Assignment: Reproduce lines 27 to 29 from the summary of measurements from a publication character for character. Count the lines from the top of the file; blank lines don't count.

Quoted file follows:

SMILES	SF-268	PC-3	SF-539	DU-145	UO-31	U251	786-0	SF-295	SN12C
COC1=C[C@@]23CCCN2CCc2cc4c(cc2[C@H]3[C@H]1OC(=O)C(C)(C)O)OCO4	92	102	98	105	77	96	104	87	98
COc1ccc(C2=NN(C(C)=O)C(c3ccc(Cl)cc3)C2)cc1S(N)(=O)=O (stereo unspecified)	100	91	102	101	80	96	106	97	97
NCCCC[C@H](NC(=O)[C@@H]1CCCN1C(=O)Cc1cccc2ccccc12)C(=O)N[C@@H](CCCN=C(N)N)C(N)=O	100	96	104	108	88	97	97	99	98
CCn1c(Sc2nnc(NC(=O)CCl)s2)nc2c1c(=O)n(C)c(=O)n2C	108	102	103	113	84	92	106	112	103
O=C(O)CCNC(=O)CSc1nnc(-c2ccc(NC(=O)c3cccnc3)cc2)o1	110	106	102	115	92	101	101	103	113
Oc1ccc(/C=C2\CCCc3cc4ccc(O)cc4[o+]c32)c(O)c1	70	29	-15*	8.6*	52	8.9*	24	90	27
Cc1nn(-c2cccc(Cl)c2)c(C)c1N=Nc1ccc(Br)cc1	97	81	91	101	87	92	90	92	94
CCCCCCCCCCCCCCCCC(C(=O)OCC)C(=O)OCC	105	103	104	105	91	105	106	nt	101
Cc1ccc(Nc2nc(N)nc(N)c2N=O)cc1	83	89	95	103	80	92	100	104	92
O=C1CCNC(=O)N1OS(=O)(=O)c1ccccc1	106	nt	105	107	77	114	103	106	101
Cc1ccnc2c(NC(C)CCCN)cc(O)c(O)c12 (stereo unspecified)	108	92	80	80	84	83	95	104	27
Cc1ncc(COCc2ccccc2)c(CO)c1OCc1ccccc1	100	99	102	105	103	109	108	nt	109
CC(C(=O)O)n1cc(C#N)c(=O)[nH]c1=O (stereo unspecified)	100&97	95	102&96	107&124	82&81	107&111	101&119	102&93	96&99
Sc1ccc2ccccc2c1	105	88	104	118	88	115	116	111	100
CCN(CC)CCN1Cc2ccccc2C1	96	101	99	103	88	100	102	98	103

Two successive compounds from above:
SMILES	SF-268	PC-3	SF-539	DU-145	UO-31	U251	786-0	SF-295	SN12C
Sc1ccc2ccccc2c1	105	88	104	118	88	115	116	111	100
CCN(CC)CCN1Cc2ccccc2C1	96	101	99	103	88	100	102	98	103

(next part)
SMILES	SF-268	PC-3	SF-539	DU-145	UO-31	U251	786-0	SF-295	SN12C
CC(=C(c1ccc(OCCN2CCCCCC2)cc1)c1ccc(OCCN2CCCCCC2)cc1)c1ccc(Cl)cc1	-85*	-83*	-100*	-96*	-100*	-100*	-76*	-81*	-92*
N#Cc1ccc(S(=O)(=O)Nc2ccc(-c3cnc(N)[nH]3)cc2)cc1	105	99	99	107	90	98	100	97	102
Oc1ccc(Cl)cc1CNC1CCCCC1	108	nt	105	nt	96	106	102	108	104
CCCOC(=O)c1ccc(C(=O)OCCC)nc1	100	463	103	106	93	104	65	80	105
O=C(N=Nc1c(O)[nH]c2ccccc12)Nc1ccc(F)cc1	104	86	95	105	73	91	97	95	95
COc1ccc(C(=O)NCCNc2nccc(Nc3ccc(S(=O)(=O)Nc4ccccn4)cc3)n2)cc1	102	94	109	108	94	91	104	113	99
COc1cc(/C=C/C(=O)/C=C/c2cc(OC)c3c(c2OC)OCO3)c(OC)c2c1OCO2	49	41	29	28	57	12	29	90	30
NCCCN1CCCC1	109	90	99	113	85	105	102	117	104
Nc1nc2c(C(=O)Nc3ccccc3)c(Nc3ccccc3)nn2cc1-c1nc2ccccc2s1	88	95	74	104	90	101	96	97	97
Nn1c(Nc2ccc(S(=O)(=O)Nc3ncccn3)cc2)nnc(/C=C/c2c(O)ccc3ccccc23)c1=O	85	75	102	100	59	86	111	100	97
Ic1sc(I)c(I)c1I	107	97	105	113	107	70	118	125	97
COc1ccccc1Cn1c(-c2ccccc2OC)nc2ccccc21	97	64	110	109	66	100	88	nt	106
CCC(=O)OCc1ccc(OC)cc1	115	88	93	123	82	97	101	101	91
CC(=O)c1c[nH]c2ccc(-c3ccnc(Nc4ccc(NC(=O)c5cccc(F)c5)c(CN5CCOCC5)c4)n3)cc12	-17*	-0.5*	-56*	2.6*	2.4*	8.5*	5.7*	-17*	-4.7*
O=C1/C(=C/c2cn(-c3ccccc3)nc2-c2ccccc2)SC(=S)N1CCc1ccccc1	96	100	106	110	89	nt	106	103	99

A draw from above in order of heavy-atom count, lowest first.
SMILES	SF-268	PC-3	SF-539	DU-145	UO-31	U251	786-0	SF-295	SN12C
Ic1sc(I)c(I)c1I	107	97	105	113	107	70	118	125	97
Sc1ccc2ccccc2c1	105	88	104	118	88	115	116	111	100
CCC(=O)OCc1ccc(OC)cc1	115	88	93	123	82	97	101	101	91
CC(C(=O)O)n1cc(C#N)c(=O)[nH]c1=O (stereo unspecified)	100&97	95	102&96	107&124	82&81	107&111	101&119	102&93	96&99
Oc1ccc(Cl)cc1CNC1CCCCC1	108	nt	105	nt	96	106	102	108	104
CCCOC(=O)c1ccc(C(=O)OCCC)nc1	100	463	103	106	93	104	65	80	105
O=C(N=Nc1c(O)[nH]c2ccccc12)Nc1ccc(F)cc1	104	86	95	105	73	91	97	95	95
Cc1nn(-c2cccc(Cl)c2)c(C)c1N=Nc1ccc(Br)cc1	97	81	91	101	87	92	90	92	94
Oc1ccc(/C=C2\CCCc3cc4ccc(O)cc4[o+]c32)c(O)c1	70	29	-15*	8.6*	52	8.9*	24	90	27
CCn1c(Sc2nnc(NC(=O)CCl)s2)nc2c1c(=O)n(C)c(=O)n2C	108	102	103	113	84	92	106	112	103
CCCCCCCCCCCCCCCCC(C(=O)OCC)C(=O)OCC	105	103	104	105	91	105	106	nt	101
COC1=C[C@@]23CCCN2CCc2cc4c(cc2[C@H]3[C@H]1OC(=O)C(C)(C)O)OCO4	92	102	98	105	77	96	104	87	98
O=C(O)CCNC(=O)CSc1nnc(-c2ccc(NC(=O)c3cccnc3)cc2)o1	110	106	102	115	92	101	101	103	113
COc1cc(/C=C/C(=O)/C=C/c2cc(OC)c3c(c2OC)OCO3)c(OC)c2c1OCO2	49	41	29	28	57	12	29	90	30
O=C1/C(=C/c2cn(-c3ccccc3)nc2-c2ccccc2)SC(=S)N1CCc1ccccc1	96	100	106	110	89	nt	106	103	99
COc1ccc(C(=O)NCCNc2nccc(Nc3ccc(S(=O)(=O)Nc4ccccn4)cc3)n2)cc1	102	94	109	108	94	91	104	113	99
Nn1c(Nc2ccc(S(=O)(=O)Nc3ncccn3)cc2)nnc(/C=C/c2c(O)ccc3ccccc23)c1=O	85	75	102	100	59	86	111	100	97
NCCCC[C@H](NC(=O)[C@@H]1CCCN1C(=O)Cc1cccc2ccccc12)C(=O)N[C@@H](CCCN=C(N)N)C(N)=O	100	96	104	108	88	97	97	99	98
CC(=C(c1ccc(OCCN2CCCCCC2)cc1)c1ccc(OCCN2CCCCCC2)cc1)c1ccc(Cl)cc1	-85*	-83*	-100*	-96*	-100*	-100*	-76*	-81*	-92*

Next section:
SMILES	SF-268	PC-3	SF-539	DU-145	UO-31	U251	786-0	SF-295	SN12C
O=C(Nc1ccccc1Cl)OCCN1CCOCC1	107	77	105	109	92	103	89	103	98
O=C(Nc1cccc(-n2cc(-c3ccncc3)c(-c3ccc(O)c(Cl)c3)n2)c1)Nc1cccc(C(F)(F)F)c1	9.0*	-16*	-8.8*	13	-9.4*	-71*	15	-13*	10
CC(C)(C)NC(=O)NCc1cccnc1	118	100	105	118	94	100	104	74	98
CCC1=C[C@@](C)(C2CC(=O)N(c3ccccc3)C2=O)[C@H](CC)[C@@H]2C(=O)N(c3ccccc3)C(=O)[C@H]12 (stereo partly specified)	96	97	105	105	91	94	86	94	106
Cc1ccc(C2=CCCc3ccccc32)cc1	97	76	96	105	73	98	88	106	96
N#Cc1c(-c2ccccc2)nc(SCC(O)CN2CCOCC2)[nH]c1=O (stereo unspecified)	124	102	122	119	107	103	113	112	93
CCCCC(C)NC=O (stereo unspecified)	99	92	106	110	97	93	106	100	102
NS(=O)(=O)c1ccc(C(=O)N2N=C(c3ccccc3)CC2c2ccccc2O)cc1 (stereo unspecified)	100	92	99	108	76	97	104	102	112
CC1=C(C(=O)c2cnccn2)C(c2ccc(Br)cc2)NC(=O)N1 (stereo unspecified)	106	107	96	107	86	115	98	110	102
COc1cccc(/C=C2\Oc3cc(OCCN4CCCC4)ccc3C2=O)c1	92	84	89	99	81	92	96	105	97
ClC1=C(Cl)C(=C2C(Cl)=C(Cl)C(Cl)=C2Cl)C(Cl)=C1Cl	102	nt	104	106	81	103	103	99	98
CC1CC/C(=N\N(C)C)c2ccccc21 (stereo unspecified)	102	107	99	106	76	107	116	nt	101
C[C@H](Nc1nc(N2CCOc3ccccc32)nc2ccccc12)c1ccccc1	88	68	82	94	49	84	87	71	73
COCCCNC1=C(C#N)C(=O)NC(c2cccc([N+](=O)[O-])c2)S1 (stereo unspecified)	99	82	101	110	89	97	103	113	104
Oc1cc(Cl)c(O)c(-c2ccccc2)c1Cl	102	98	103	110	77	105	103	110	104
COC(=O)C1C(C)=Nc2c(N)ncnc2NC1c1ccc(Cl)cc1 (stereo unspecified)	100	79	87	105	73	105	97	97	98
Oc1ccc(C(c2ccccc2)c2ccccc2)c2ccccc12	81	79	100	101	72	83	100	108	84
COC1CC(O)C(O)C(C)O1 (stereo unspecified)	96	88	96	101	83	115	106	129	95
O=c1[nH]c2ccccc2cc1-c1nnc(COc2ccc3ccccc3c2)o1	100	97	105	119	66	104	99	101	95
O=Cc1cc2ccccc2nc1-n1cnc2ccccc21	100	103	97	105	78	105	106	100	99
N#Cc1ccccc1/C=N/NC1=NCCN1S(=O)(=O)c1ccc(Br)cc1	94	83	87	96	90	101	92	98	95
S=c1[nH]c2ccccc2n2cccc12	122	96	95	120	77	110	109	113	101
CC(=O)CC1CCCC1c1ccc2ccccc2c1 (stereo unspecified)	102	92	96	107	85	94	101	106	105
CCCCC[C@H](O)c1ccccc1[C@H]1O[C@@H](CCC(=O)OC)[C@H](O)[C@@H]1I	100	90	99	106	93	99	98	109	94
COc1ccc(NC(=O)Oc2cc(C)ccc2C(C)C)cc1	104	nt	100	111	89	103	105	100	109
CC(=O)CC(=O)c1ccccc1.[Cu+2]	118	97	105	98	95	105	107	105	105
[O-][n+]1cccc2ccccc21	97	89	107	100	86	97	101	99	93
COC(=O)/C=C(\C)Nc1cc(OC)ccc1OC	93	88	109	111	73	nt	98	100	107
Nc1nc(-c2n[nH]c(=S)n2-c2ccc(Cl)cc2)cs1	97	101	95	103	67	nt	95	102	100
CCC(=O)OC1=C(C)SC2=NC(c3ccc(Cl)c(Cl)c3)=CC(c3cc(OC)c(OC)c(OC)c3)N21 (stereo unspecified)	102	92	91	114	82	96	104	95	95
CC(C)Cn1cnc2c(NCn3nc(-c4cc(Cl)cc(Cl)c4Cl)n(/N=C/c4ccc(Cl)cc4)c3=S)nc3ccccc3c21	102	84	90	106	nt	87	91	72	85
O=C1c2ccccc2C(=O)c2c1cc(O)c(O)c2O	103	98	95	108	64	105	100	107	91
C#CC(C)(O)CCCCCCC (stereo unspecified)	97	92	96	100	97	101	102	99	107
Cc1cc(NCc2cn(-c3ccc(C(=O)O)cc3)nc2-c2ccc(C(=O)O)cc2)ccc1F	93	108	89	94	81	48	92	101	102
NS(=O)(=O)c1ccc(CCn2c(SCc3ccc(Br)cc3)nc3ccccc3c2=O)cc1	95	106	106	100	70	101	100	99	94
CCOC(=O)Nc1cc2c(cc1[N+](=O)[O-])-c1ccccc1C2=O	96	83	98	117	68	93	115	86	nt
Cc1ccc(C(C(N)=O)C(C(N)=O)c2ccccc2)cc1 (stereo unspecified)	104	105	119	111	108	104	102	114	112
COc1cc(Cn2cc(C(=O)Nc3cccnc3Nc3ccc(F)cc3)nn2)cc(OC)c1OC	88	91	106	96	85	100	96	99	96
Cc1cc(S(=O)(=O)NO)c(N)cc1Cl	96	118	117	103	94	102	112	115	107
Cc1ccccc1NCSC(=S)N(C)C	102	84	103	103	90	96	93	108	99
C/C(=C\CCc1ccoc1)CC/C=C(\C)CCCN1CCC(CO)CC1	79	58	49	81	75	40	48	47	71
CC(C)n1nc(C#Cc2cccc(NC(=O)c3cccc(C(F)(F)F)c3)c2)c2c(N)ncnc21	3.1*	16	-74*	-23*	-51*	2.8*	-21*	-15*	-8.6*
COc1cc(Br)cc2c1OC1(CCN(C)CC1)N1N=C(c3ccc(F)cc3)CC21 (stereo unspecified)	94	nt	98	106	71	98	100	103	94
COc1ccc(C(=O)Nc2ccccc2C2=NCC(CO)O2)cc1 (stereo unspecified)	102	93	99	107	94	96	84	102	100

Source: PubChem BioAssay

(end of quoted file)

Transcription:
O=C(N=Nc1c(O)[nH]c2ccccc12)Nc1ccc(F)cc1	104	86	95	105	73	91	97	95	95
COc1ccc(C(=O)NCCNc2nccc(Nc3ccc(S(=O)(=O)Nc4ccccn4)cc3)n2)cc1	102	94	109	108	94	91	104	113	99
COc1cc(/C=C/C(=O)/C=C/c2cc(OC)c3c(c2OC)OCO3)c(OC)c2c1OCO2	49	41	29	28	57	12	29	90	30